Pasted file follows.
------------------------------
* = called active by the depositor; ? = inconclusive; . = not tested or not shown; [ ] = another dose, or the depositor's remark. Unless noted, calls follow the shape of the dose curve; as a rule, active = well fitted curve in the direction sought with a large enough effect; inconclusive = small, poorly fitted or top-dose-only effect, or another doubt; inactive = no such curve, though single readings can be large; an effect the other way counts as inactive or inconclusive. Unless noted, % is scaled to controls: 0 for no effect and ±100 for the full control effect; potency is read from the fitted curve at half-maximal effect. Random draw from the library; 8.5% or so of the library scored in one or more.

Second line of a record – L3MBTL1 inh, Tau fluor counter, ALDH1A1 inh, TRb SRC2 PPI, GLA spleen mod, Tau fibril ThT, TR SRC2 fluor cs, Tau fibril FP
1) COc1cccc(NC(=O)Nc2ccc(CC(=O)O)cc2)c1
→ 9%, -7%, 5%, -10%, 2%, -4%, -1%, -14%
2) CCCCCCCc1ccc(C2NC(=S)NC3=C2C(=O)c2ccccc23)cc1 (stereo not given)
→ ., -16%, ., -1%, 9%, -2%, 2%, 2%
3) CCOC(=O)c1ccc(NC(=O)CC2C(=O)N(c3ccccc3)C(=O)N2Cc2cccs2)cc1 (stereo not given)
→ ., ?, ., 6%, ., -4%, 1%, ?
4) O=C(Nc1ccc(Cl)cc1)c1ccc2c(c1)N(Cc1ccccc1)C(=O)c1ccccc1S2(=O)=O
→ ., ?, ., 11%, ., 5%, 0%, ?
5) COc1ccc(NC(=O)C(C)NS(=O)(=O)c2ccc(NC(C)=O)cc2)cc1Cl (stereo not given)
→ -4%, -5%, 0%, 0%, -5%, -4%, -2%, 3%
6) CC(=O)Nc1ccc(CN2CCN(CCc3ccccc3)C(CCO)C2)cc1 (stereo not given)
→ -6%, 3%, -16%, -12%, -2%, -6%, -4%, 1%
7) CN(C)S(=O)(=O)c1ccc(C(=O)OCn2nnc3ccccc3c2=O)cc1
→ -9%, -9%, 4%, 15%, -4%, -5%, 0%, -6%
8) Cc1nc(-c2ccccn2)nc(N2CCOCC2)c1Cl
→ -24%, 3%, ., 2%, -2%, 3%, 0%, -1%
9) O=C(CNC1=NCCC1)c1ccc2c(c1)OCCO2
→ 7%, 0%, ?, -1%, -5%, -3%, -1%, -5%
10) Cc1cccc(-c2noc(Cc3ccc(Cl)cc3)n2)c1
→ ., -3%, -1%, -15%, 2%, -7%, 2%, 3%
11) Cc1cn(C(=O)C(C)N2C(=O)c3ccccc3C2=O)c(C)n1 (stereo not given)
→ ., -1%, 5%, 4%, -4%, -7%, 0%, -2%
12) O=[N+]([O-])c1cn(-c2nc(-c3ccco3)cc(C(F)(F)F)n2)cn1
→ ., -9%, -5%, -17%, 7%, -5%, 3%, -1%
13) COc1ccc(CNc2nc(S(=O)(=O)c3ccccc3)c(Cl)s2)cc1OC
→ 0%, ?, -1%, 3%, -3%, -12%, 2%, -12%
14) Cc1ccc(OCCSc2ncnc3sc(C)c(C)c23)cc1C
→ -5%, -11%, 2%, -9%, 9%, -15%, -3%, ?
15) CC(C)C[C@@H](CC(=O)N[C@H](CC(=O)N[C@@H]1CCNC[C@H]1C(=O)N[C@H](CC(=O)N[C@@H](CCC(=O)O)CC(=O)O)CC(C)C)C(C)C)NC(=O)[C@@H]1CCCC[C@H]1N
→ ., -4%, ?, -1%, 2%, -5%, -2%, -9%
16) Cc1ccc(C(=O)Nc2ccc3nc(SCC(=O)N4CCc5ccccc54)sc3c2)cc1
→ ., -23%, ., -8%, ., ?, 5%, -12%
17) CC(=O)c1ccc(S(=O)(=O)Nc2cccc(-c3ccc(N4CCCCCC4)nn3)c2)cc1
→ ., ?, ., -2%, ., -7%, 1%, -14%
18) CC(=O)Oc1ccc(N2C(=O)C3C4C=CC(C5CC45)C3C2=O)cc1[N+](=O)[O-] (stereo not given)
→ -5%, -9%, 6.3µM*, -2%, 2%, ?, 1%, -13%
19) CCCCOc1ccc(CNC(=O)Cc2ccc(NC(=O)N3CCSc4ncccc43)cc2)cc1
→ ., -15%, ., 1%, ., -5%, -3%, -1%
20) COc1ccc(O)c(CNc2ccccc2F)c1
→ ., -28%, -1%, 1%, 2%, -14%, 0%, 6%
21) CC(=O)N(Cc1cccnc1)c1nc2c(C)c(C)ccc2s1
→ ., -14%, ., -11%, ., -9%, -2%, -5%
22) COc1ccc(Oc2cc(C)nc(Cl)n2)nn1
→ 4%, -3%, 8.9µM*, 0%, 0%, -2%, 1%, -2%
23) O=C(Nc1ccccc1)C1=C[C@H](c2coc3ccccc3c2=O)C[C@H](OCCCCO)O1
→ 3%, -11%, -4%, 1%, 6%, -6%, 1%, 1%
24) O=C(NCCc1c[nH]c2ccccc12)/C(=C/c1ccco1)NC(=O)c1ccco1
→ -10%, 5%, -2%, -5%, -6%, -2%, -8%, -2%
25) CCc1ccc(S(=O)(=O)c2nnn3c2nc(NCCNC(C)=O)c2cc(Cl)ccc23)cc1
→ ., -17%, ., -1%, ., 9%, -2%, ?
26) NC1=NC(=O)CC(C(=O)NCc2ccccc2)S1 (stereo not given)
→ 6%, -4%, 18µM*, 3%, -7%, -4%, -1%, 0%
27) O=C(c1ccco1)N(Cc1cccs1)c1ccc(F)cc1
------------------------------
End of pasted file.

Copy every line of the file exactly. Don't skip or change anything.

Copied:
* = called active by the depositor; ? = inconclusive; . = not tested or not shown; [ ] = another dose, or the depositor's remark. Unless noted, calls follow the shape of the dose curve; as a rule, active = well fitted curve in the direction sought with a large enough effect; inconclusive = small, poorly fitted or top-dose-only effect, or another doubt; inactive = no such curve, though single readings can be large; an effect the other way counts as inactive or inconclusive. Unless noted, % is scaled to controls: 0 for no effect and ±100 for the full control effect; potency is read from the fitted curve at half-maximal effect. Random draw from the library; 8.5% or so of the library scored in one or more.

Second line of a record – L3MBTL1 inh, Tau fluor counter, ALDH1A1 inh, TRb SRC2 PPI, GLA spleen mod, Tau fibril ThT, TR SRC2 fluor cs, Tau fibril FP
1) COc1cccc(NC(=O)Nc2ccc(CC(=O)O)cc2)c1
→ 9%, -7%, 5%, -10%, 2%, -4%, -1%, -14%
2) CCCCCCCc1ccc(C2NC(=S)NC3=C2C(=O)c2ccccc23)cc1 (stereo not given)
→ ., -16%, ., -1%, 9%, -2%, 2%, 2%
3) CCOC(=O)c1ccc(NC(=O)CC2C(=O)N(c3ccccc3)C(=O)N2Cc2cccs2)cc1 (stereo not given)
→ ., ?, ., 6%, ., -4%, 1%, ?
4) O=C(Nc1ccc(Cl)cc1)c1ccc2c(c1)N(Cc1ccccc1)C(=O)c1ccccc1S2(=O)=O
→ ., ?, ., 11%, ., 5%, 0%, ?
5) COc1ccc(NC(=O)C(C)NS(=O)(=O)c2ccc(NC(C)=O)cc2)cc1Cl (stereo not given)
→ -4%, -5%, 0%, 0%, -5%, -4%, -2%, 3%
6) CC(=O)Nc1ccc(CN2CCN(CCc3ccccc3)C(CCO)C2)cc1 (stereo not given)
→ -6%, 3%, -16%, -12%, -2%, -6%, -4%, 1%
7) CN(C)S(=O)(=O)c1ccc(C(=O)OCn2nnc3ccccc3c2=O)cc1
→ -9%, -9%, 4%, 15%, -4%, -5%, 0%, -6%
8) Cc1nc(-c2ccccn2)nc(N2CCOCC2)c1Cl
→ -24%, 3%, ., 2%, -2%, 3%, 0%, -1%
9) O=C(CNC1=NCCC1)c1ccc2c(c1)OCCO2
→ 7%, 0%, ?, -1%, -5%, -3%, -1%, -5%
10) Cc1cccc(-c2noc(Cc3ccc(Cl)cc3)n2)c1
→ ., -3%, -1%, -15%, 2%, -7%, 2%, 3%
11) Cc1cn(C(=O)C(C)N2C(=O)c3ccccc3C2=O)c(C)n1 (stereo not given)
→ ., -1%, 5%, 4%, -4%, -7%, 0%, -2%
12) O=[N+]([O-])c1cn(-c2nc(-c3ccco3)cc(C(F)(F)F)n2)cn1
→ ., -9%, -5%, -17%, 7%, -5%, 3%, -1%
13) COc1ccc(CNc2nc(S(=O)(=O)c3ccccc3)c(Cl)s2)cc1OC
→ 0%, ?, -1%, 3%, -3%, -12%, 2%, -12%
14) Cc1ccc(OCCSc2ncnc3sc(C)c(C)c23)cc1C
→ -5%, -11%, 2%, -9%, 9%, -15%, -3%, ?
15) CC(C)C[C@@H](CC(=O)N[C@H](CC(=O)N[C@@H]1CCNC[C@H]1C(=O)N[C@H](CC(=O)N[C@@H](CCC(=O)O)CC(=O)O)CC(C)C)C(C)C)NC(=O)[C@@H]1CCCC[C@H]1N
→ ., -4%, ?, -1%, 2%, -5%, -2%, -9%
16) Cc1ccc(C(=O)Nc2ccc3nc(SCC(=O)N4CCc5ccccc54)sc3c2)cc1
→ ., -23%, ., -8%, ., ?, 5%, -12%
17) CC(=O)c1ccc(S(=O)(=O)Nc2cccc(-c3ccc(N4CCCCCC4)nn3)c2)cc1
→ ., ?, ., -2%, ., -7%, 1%, -14%
18) CC(=O)Oc1ccc(N2C(=O)C3C4C=CC(C5CC45)C3C2=O)cc1[N+](=O)[O-] (stereo not given)
→ -5%, -9%, 6.3µM*, -2%, 2%, ?, 1%, -13%
19) CCCCOc1ccc(CNC(=O)Cc2ccc(NC(=O)N3CCSc4ncccc43)cc2)cc1
→ ., -15%, ., 1%, ., -5%, -3%, -1%
20) COc1ccc(O)c(CNc2ccccc2F)c1
→ ., -28%, -1%, 1%, 2%, -14%, 0%, 6%
21) CC(=O)N(Cc1cccnc1)c1nc2c(C)c(C)ccc2s1
→ ., -14%, ., -11%, ., -9%, -2%, -5%
22) COc1ccc(Oc2cc(C)nc(Cl)n2)nn1
→ 4%, -3%, 8.9µM*, 0%, 0%, -2%, 1%, -2%
23) O=C(Nc1ccccc1)C1=C[C@H](c2coc3ccccc3c2=O)C[C@H](OCCCCO)O1
→ 3%, -11%, -4%, 1%, 6%, -6%, 1%, 1%
24) O=C(NCCc1c[nH]c2ccccc12)/C(=C/c1ccco1)NC(=O)c1ccco1
→ -10%, 5%, -2%, -5%, -6%, -2%, -8%, -2%
25) CCc1ccc(S(=O)(=O)c2nnn3c2nc(NCCNC(C)=O)c2cc(Cl)ccc23)cc1
→ ., -17%, ., -1%, ., 9%, -2%, ?
26) NC1=NC(=O)CC(C(=O)NCc2ccccc2)S1 (stereo not given)
→ 6%, -4%, 18µM*, 3%, -7%, -4%, -1%, 0%
27) O=C(c1ccco1)N(Cc1cccs1)c1ccc(F)cc1